The District E City Council race has attracted three candidates, including the incumbent James Gray, who won a special election in December 2012; Cynthia Willard-Lewis, a former state legislator as well a former two-term District E councilwoman; and Andre Kelly, a one-time aid in the District E office. Covering parts of New Orleans East along with the lower Ninth Ward and the Desire area, District E was one of the areas hardest hit by Katrina.
James Gray, who describes himself as a “calm, deliberate leader”, has represented District E on the city Council for about one year now and believes he is still the best person to lead growth and change in the expansive area.
When he reflects on his past year of service, Gray says he has played an important part in helping to expedite change and improvement in the district.
“We got an Office of Motor Vehicles in District E a year early because I was able to find a solution for all parties involved,” Gray says. “I have pressured the city to clean up blighted lots in my district. I have worked with NORDC to refurbish parks and playgrounds in my district.”
If re-elected, Gray says he will continue to focus on underemployment and economic development, crime, infrastructure and blight issues. For Gray, who says he believes first-responders and all city workers ought to live and spend their money in the jurisdiction in which they work, the issues are related.
As a member of the City Council, Gray co-authored what city officials heralded as one of the toughest DBE ordinances. And he says he will work hard to bring more retail and industrial development to the District E, insisting that minority-owned and locally owned businesses get contracting opportunities that translate to more local jobs.
“We will never have an end to crime unless we have jobs for everyone who is willing to work,” Gray says.
Economic development is also key to fighting blight.
“Businesses settling in the district need land, potential employees need housing. Every building and every home clears one more plot of land.”
At 28, Andre Kelly is not only the youngest candidate in the race for District E, but the youngest in any of the races in the upcoming election. And he says the two years spent working as a staffer in the District E office under former Councilman Jon Johnson and later under Interim Councilman Ernest Charbonnet have provided him with the “familiarity with the district’s issues and know-how to navigate City Hall” effectively.
“I know the issues. I know who to work with in City Hall to get things done,” Kelly says.
If elected, Hall says community engagement will be a top priority for him.
“I think it is essential that voters have a relationship with me and my office,” he says. “There are programs and initiatives I would like to see implemented that foster economic development and improve the quality of life in the district.”
The three main issues facing District E, Halls says, are blight, economic development and crime.
“I would strengthen the entrepreneurial opportunities in District E by connecting ideas with funding and training,” Hall says.
Cynthia Willard-Lewis, who previously served in the mayoral administrations of Moon Landrieu and Dutch Morial, on the City Council representing District E and in the state Senate and House, says her more than 40 years as a public servant renders a number of examples of her work on the behalf of her constituents.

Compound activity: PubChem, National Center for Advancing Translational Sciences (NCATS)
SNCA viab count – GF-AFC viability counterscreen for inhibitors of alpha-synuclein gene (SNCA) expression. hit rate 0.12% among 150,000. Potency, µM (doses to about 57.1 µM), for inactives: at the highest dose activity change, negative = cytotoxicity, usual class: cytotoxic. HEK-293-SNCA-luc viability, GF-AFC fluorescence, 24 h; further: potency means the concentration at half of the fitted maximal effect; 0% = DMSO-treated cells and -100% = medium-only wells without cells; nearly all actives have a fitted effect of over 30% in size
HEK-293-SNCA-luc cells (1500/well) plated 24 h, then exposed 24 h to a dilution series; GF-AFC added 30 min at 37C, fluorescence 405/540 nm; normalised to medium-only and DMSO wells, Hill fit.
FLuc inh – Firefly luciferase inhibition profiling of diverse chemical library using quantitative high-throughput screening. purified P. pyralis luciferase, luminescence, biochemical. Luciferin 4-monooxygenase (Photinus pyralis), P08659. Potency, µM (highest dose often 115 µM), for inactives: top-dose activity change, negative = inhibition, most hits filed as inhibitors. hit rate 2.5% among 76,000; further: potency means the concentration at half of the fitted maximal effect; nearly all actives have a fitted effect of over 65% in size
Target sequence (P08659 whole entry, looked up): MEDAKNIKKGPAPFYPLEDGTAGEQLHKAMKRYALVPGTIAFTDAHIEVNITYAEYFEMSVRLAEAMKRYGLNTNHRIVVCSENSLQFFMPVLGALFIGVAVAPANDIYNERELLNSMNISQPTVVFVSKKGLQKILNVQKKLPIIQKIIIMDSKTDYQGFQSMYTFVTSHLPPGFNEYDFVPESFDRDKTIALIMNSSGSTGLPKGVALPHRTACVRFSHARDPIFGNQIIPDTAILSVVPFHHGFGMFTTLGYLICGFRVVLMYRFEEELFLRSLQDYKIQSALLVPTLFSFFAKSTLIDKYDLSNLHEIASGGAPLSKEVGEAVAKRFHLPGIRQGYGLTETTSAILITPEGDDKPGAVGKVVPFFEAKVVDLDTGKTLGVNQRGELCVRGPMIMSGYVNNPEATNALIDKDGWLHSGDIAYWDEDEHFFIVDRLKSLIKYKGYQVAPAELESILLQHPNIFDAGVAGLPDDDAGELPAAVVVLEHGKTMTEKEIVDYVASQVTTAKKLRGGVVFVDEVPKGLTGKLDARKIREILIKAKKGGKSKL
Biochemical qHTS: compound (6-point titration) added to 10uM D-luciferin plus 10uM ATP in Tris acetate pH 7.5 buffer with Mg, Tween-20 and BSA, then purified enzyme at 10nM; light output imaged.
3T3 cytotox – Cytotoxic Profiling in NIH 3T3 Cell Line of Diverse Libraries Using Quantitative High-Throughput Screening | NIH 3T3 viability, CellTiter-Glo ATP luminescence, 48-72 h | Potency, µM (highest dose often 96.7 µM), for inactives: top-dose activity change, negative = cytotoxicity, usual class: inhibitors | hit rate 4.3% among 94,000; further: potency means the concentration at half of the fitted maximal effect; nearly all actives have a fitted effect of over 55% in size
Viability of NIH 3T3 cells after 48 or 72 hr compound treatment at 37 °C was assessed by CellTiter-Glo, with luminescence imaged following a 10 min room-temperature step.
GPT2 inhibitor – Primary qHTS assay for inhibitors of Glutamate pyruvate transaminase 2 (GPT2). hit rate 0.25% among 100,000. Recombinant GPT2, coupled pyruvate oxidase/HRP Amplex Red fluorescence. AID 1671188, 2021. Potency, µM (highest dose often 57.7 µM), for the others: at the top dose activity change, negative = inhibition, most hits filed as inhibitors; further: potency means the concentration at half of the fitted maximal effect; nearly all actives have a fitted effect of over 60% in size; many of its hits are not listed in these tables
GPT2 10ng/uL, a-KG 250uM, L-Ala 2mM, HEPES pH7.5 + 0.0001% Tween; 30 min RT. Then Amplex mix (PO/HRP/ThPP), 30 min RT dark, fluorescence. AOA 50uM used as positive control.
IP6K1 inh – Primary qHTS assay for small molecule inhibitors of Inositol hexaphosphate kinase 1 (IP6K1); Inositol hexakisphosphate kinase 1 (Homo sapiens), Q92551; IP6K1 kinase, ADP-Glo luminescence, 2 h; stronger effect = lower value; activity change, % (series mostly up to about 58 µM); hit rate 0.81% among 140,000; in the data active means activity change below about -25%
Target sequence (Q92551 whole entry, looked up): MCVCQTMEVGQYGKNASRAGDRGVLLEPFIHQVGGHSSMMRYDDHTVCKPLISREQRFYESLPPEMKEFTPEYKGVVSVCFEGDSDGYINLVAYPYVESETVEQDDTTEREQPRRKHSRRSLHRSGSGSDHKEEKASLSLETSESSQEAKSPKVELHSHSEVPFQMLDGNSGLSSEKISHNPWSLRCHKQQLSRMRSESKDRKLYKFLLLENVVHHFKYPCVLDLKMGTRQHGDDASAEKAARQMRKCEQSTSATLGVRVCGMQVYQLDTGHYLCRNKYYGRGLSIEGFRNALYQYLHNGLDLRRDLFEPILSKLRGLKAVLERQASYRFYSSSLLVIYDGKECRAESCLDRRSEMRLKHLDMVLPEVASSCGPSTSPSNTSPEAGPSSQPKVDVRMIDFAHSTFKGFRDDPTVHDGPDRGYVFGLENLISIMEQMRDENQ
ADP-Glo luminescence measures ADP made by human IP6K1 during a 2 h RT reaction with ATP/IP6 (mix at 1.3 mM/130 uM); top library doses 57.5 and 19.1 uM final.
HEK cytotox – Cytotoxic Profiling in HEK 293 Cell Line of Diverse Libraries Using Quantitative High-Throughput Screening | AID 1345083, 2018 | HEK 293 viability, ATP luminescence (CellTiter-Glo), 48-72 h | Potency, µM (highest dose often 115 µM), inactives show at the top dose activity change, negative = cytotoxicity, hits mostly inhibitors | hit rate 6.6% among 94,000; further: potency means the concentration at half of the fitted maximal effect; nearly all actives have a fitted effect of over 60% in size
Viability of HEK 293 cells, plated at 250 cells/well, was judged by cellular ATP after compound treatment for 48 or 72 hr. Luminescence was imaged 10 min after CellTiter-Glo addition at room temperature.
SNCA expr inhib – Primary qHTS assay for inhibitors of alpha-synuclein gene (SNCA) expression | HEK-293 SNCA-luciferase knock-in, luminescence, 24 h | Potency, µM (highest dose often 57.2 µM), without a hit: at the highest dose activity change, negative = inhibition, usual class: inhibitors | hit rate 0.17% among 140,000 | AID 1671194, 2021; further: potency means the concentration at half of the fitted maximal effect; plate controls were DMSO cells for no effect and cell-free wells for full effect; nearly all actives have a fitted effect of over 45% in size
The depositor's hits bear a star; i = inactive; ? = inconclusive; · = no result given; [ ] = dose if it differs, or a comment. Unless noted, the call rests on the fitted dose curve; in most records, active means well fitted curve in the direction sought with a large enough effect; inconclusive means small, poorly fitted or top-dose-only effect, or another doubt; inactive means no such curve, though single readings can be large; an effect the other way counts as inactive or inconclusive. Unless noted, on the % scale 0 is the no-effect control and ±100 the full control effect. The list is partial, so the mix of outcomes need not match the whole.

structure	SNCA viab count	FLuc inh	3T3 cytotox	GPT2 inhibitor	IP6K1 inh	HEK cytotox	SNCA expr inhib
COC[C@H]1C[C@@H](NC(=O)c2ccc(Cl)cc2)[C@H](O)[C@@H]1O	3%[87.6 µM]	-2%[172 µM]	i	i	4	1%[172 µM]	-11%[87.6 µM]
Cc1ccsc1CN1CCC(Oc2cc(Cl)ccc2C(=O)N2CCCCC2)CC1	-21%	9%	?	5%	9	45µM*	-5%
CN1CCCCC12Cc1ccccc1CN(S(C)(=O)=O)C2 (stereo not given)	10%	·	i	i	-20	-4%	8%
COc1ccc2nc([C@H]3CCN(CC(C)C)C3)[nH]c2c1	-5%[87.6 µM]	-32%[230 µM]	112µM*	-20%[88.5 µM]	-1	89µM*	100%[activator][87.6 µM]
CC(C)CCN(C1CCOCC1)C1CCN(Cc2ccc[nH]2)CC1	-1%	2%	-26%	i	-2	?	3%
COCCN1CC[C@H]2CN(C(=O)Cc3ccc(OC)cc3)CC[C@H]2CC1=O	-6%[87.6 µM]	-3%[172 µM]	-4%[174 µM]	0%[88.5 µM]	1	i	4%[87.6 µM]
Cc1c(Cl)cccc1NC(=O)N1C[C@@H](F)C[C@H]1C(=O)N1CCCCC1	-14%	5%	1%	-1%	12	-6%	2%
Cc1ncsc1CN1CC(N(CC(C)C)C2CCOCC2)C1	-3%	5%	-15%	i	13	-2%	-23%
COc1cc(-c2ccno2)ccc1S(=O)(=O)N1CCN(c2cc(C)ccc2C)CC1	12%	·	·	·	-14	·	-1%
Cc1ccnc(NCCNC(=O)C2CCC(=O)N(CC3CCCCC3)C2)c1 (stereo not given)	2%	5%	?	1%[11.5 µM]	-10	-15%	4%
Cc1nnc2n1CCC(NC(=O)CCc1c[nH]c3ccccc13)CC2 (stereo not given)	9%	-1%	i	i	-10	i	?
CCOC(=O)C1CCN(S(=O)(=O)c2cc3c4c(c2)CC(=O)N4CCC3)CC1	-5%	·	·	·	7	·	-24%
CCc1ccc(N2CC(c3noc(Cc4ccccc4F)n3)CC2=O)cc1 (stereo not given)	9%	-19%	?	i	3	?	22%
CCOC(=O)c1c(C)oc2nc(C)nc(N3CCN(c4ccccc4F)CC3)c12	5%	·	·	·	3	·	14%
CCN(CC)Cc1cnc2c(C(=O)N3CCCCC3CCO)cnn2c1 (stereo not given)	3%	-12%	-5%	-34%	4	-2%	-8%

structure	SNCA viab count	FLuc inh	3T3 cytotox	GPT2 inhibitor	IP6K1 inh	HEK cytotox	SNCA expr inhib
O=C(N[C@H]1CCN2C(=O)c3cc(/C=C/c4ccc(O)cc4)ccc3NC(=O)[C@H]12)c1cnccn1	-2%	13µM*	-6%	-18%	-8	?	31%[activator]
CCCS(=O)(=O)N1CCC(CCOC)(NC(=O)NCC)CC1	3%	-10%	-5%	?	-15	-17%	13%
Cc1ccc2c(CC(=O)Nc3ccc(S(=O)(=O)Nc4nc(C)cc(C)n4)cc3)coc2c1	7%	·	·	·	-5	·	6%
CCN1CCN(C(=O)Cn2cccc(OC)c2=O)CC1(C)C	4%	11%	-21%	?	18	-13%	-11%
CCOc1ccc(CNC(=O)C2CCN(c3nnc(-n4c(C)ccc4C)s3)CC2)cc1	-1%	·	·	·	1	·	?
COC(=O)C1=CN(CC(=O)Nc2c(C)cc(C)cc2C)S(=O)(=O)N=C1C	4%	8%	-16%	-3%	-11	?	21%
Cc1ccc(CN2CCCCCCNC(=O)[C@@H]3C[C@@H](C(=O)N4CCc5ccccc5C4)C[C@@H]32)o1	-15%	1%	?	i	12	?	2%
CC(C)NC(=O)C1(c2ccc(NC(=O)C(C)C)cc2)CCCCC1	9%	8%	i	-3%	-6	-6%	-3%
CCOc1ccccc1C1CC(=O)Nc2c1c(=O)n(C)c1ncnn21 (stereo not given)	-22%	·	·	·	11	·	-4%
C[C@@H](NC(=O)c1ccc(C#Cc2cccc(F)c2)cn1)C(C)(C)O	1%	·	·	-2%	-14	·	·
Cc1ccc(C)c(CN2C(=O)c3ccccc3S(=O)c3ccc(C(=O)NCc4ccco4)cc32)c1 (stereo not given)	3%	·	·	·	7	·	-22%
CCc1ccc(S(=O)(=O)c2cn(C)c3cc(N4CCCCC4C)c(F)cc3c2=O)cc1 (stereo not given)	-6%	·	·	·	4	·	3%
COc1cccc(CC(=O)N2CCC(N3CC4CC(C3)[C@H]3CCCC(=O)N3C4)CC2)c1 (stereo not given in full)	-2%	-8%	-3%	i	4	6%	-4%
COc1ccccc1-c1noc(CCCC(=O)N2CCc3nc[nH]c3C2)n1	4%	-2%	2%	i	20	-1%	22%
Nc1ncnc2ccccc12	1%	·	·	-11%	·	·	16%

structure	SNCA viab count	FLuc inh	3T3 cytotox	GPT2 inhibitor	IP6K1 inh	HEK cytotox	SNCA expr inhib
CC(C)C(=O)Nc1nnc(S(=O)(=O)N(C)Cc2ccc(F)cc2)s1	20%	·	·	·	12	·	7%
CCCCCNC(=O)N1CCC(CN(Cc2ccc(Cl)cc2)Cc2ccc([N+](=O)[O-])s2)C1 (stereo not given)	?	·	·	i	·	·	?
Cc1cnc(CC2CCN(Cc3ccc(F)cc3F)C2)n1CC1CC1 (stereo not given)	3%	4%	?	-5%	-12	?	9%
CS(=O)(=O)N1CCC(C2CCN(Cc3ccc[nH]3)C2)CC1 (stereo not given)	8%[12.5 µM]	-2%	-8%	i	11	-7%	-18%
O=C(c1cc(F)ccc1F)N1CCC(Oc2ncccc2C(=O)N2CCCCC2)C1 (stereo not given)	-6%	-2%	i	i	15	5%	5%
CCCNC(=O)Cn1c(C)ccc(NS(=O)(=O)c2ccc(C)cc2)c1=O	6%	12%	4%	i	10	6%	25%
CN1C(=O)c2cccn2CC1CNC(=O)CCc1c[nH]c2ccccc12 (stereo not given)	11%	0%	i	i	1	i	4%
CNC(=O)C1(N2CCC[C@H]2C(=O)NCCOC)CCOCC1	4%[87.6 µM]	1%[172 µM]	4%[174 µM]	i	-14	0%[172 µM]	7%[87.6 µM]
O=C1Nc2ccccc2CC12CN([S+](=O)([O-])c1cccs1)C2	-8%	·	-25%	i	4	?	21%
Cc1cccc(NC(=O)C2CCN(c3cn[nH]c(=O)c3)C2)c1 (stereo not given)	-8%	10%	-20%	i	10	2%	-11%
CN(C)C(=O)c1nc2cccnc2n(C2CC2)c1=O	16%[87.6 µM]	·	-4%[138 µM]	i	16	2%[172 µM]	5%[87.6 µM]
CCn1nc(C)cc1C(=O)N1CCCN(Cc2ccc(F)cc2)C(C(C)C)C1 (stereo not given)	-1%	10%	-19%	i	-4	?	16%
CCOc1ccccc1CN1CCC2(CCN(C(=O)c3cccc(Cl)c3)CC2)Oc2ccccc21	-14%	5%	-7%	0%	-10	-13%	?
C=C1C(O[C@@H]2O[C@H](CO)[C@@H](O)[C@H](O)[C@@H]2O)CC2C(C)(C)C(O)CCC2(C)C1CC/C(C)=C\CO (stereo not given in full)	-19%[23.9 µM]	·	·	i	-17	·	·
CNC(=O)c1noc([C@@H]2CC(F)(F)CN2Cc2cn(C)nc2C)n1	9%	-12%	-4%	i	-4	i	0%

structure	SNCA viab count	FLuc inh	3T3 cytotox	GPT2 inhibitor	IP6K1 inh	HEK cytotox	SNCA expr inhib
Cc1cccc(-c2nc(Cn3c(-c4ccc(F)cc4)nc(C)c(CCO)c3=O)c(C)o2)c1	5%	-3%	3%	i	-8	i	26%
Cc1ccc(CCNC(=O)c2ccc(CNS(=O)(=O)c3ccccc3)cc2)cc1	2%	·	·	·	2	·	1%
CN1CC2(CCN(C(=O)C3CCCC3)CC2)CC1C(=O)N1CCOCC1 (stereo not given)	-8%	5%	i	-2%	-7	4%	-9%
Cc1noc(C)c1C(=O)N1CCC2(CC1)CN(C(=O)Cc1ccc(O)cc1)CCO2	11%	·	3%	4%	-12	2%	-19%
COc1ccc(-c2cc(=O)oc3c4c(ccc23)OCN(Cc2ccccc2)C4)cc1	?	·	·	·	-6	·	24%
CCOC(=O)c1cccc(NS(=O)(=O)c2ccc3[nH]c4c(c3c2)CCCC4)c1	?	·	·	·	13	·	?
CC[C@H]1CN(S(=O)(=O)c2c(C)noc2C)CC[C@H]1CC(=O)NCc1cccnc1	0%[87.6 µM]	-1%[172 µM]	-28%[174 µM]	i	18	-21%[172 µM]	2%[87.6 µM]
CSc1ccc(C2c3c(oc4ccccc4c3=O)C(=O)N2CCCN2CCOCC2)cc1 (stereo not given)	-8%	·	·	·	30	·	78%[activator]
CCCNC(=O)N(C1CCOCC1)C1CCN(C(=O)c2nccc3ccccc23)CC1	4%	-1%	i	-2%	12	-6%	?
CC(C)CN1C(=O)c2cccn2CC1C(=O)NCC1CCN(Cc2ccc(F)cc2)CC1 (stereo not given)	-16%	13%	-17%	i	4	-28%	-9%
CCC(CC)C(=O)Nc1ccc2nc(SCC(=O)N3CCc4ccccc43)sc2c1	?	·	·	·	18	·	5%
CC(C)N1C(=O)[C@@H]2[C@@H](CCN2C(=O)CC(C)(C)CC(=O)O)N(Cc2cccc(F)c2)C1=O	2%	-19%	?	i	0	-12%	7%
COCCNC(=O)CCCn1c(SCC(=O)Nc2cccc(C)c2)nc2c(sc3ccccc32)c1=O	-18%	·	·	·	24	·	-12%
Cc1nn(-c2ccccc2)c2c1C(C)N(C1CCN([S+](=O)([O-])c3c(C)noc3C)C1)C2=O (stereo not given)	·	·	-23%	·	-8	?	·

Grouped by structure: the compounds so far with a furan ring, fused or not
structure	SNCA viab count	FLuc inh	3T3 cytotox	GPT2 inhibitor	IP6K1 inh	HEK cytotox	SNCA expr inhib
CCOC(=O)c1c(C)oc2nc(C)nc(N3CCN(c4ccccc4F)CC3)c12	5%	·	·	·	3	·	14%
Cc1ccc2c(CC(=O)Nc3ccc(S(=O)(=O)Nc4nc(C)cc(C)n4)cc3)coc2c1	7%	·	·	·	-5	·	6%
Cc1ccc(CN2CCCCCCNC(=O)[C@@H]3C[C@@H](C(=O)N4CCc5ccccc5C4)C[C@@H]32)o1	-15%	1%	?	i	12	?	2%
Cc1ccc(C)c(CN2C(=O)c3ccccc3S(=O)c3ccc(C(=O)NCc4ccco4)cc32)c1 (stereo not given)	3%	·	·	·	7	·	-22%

And she reminds voters she played a major role in bringing several projects to the area–from securing funding for the rebuilding of Methodist Hospital to ensuring that more that $200 million was dedicated to capital improvement projects in the district, including the 7th District police station, the lower 9th Ward Fire Station and the refurbishment of Joe Brown Park.
“I have fought for District E for many years,” she says. “I stood with the citizens and defeated efforts to shrink the footprint of the city. I stood with citizens and fought to close a landfill in New Orleans East. I stood with citizens and fought to reopen Martin Luther King School in the historic Lower Ninth Ward.”
And Willard Lewis says she wants to put her leadership skills to good use by once again standing with the people if District E.
As with others in the race, top issues for Willard Lewis as she looks at the needs of District E are crime, blight and economic development.
Willard Lewis says the District experiences a high level of property crime and that she would work to ensure that adequate officers were spread throughout the district and that lighting and the use of security cameras also increased. She has historically been a proponent of residency requirements for police, she says.
“While I recognize the needs of the police department may exceed available resources in the city, I think we should look at strategies that offer incentives for local residents.”
As for blight, Willard Lewis says her track record on the issue speaks to her ability to be creative and proactive in addressing neglected, dilapidated properties in District E and throughout the city.
“I drafted the Lot Next Door legislation which sought to decrease neighborhood blight and encouraged citizens to return by making housing options available and affordable,” she says.
The Lot Next Door Program allows property owners that share a common boundary with an abandoned property that has been that belongs to the Road Home program to purchase the property to renovate or use it expand their yard.